South Africans set up UK bank

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The Independent Online
AN IMPORTANT step in the re- emergence of South African banking groups in London was marked yesterday when Standard Bank inaugurated a new subsidiary in the City.

But the Bank of England has insisted that it is set up as a separately capitalised London bank rather than as a branch because of its South African parentage.

The new bank, with pounds 35m capital and 94 staff, is supervised by the Bank of England and is technically a British bank.

Standard is South Africa's second-largest bank. It was controlled by the British-owned Standard Chartered until 1987, when it reverted to South African ownership. At the time British banks were distancing themselves from the republic because of anti-apartheid pressures and a government- imposed standstill on repayments of South Africa's foreign debt.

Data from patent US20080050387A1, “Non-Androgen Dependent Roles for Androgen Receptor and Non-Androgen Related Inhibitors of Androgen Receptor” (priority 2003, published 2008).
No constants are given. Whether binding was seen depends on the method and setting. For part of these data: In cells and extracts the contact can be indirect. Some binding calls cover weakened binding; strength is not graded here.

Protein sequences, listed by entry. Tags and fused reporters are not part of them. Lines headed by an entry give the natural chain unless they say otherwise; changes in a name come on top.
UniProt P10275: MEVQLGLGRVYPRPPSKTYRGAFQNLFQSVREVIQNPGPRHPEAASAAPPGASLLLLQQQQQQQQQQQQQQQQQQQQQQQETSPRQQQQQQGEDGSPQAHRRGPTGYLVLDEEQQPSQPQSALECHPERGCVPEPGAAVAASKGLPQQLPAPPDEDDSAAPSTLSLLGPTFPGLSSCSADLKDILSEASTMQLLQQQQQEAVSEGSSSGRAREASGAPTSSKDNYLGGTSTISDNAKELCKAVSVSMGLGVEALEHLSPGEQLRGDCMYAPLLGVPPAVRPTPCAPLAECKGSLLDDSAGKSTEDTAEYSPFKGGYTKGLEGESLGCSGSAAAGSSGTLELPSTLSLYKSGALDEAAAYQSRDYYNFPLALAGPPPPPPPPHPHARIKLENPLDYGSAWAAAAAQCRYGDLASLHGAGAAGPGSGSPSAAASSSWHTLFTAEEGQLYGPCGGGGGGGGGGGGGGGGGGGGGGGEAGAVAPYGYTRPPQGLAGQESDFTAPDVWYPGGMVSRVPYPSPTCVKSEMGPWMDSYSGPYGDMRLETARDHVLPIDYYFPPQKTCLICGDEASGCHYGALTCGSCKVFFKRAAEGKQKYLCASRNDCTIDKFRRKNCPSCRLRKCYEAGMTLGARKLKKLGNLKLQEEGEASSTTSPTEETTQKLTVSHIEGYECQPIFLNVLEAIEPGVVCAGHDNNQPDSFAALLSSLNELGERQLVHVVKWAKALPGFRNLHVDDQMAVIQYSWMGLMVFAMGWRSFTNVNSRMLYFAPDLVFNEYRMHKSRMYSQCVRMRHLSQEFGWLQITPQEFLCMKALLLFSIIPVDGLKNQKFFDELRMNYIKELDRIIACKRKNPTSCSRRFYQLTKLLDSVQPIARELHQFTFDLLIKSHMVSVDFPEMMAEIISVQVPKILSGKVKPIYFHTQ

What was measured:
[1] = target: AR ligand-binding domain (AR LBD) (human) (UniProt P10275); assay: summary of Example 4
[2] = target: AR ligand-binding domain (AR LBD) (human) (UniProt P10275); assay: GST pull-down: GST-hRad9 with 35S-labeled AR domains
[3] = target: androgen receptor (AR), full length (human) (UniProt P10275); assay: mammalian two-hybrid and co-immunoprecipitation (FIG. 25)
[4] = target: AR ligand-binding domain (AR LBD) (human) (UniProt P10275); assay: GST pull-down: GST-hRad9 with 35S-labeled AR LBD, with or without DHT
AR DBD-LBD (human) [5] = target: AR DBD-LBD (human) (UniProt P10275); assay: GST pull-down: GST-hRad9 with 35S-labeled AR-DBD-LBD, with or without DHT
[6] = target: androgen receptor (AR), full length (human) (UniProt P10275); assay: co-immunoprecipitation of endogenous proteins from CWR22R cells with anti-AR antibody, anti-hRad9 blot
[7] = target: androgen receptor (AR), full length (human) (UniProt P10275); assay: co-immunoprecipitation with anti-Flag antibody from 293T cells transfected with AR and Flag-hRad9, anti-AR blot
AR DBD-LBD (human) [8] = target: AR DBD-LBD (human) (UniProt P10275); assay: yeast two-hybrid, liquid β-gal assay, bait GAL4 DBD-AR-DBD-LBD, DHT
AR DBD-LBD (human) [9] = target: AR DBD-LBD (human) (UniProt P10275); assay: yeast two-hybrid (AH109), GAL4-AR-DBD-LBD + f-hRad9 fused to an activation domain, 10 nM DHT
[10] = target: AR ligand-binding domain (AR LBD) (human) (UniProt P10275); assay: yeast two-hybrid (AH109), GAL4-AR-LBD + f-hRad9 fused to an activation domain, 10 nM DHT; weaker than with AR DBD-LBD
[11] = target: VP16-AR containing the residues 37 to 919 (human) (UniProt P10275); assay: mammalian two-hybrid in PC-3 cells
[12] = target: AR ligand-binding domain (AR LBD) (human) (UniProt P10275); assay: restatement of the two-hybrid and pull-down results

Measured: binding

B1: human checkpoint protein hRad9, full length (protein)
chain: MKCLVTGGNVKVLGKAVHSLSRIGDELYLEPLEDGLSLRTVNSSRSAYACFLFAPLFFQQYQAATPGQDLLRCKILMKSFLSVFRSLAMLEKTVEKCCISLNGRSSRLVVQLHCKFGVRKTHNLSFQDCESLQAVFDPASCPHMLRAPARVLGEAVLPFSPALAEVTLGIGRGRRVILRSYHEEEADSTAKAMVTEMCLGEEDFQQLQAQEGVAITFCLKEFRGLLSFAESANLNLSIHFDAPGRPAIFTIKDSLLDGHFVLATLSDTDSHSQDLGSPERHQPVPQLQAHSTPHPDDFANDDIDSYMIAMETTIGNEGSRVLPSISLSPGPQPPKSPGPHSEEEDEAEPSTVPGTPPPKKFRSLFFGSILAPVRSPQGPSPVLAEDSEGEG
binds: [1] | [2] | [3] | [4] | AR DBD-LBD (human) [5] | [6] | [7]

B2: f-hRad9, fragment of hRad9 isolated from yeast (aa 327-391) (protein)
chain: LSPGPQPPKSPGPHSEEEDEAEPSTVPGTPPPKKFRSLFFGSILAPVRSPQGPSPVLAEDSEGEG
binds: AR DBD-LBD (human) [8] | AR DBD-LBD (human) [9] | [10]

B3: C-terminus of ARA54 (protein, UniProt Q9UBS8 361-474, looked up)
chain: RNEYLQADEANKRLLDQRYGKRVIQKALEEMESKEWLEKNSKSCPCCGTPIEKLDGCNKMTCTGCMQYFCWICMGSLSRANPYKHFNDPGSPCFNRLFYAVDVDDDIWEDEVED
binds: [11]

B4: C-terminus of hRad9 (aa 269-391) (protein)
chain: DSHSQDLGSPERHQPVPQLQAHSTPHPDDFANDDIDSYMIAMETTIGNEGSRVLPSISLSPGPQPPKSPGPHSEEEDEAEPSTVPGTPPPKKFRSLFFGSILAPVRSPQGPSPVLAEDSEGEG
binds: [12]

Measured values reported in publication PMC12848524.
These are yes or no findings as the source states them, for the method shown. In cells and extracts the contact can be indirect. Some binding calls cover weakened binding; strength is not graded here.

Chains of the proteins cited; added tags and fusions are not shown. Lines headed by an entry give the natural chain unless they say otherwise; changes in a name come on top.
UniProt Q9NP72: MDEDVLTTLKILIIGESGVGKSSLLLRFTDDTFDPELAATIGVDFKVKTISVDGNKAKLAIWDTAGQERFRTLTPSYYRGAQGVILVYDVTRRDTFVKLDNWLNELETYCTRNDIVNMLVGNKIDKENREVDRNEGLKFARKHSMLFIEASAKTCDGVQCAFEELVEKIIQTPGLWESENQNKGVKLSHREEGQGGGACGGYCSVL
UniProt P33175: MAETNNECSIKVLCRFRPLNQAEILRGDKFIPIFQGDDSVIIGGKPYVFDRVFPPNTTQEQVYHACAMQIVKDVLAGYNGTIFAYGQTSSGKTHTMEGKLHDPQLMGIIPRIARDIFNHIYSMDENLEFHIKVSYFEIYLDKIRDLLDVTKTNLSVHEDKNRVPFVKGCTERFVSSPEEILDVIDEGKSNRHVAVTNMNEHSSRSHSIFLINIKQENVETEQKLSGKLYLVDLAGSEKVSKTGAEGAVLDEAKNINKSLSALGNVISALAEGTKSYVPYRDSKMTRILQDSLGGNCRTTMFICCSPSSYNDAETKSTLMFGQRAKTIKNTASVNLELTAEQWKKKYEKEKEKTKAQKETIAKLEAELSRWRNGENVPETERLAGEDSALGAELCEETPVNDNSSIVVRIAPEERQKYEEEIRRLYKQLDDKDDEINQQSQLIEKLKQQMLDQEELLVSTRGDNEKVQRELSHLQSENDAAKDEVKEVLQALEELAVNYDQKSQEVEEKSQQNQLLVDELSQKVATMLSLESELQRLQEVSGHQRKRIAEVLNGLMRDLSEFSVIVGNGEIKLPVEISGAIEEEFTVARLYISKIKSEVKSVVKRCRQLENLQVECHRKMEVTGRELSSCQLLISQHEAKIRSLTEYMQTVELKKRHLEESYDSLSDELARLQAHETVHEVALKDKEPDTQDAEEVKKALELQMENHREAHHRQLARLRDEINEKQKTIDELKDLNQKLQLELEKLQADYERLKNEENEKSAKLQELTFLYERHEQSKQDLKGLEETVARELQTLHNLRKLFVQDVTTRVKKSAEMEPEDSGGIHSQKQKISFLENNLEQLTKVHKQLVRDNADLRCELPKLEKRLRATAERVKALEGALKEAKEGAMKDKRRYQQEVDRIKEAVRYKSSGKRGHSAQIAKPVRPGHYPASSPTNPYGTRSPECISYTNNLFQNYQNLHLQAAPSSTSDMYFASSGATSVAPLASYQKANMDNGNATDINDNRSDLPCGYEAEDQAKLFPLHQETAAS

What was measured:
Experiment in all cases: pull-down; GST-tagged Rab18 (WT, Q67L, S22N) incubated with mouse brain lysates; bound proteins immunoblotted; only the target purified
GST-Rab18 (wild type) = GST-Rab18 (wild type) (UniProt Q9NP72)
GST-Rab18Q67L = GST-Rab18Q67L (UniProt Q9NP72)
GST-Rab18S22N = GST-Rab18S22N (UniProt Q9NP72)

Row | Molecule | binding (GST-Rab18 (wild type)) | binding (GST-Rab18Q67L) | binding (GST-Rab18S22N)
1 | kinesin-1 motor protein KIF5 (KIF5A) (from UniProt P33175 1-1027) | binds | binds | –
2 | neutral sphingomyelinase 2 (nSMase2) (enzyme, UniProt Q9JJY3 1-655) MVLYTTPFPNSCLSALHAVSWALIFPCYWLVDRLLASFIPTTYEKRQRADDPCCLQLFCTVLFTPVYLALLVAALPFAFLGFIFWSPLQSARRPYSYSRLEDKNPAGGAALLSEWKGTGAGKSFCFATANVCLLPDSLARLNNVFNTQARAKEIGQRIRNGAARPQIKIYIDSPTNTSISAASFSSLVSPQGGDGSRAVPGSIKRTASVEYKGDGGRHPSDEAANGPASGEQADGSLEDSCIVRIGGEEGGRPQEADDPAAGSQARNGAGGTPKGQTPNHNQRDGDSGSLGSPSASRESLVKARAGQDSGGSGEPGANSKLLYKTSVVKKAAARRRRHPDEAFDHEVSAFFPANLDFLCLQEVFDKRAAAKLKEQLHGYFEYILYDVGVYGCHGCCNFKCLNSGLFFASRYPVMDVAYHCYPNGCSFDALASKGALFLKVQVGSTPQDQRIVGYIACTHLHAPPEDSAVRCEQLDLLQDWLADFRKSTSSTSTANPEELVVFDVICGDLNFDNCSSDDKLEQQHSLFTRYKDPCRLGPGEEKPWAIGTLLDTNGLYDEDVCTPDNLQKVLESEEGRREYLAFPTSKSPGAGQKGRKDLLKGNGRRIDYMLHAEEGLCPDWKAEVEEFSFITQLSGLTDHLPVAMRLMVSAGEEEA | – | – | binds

But, along with Barclays' former South African subsidiary, First National Bank, Standard has decided that an easing of international pressures has paved the way for a move into London. First National is negotiating to buy the merchant bank Henry Ansbacher.

Dr Conrad Strauss, chairman of Standard, said: 'Since 1987 we have moved back into international markets. But we are not seeking a global presence. We will seek representation abroad only to further our interests in the South African trading base.'

The London bank is concentrating on foreign exchange and capital market activities and South African shares, rather than lending.

A key part of Standard's strategy is to expand into southern Africa as a whole. But Dr Strauss refused to confirm or deny reports that he is negotiating to buy the African interests of the Australian-owned Grindlays bank.

Standard was founded in 1862 and eventually became a major part of Standard Chartered Bank. Standard of South Africa said it did not believe there was a problem in reintroducing the Standard name to London alongside its former parent.

But in the Isle of Man and the Channel Islands it has agreed to call itself Standard Bank Investment Corporation to avoid confusion.

Dr Strauss said he was confident that violence in South Africa would be containable.

The argument was about the number of 'bumps and abrasions' along the way to the new constitution.

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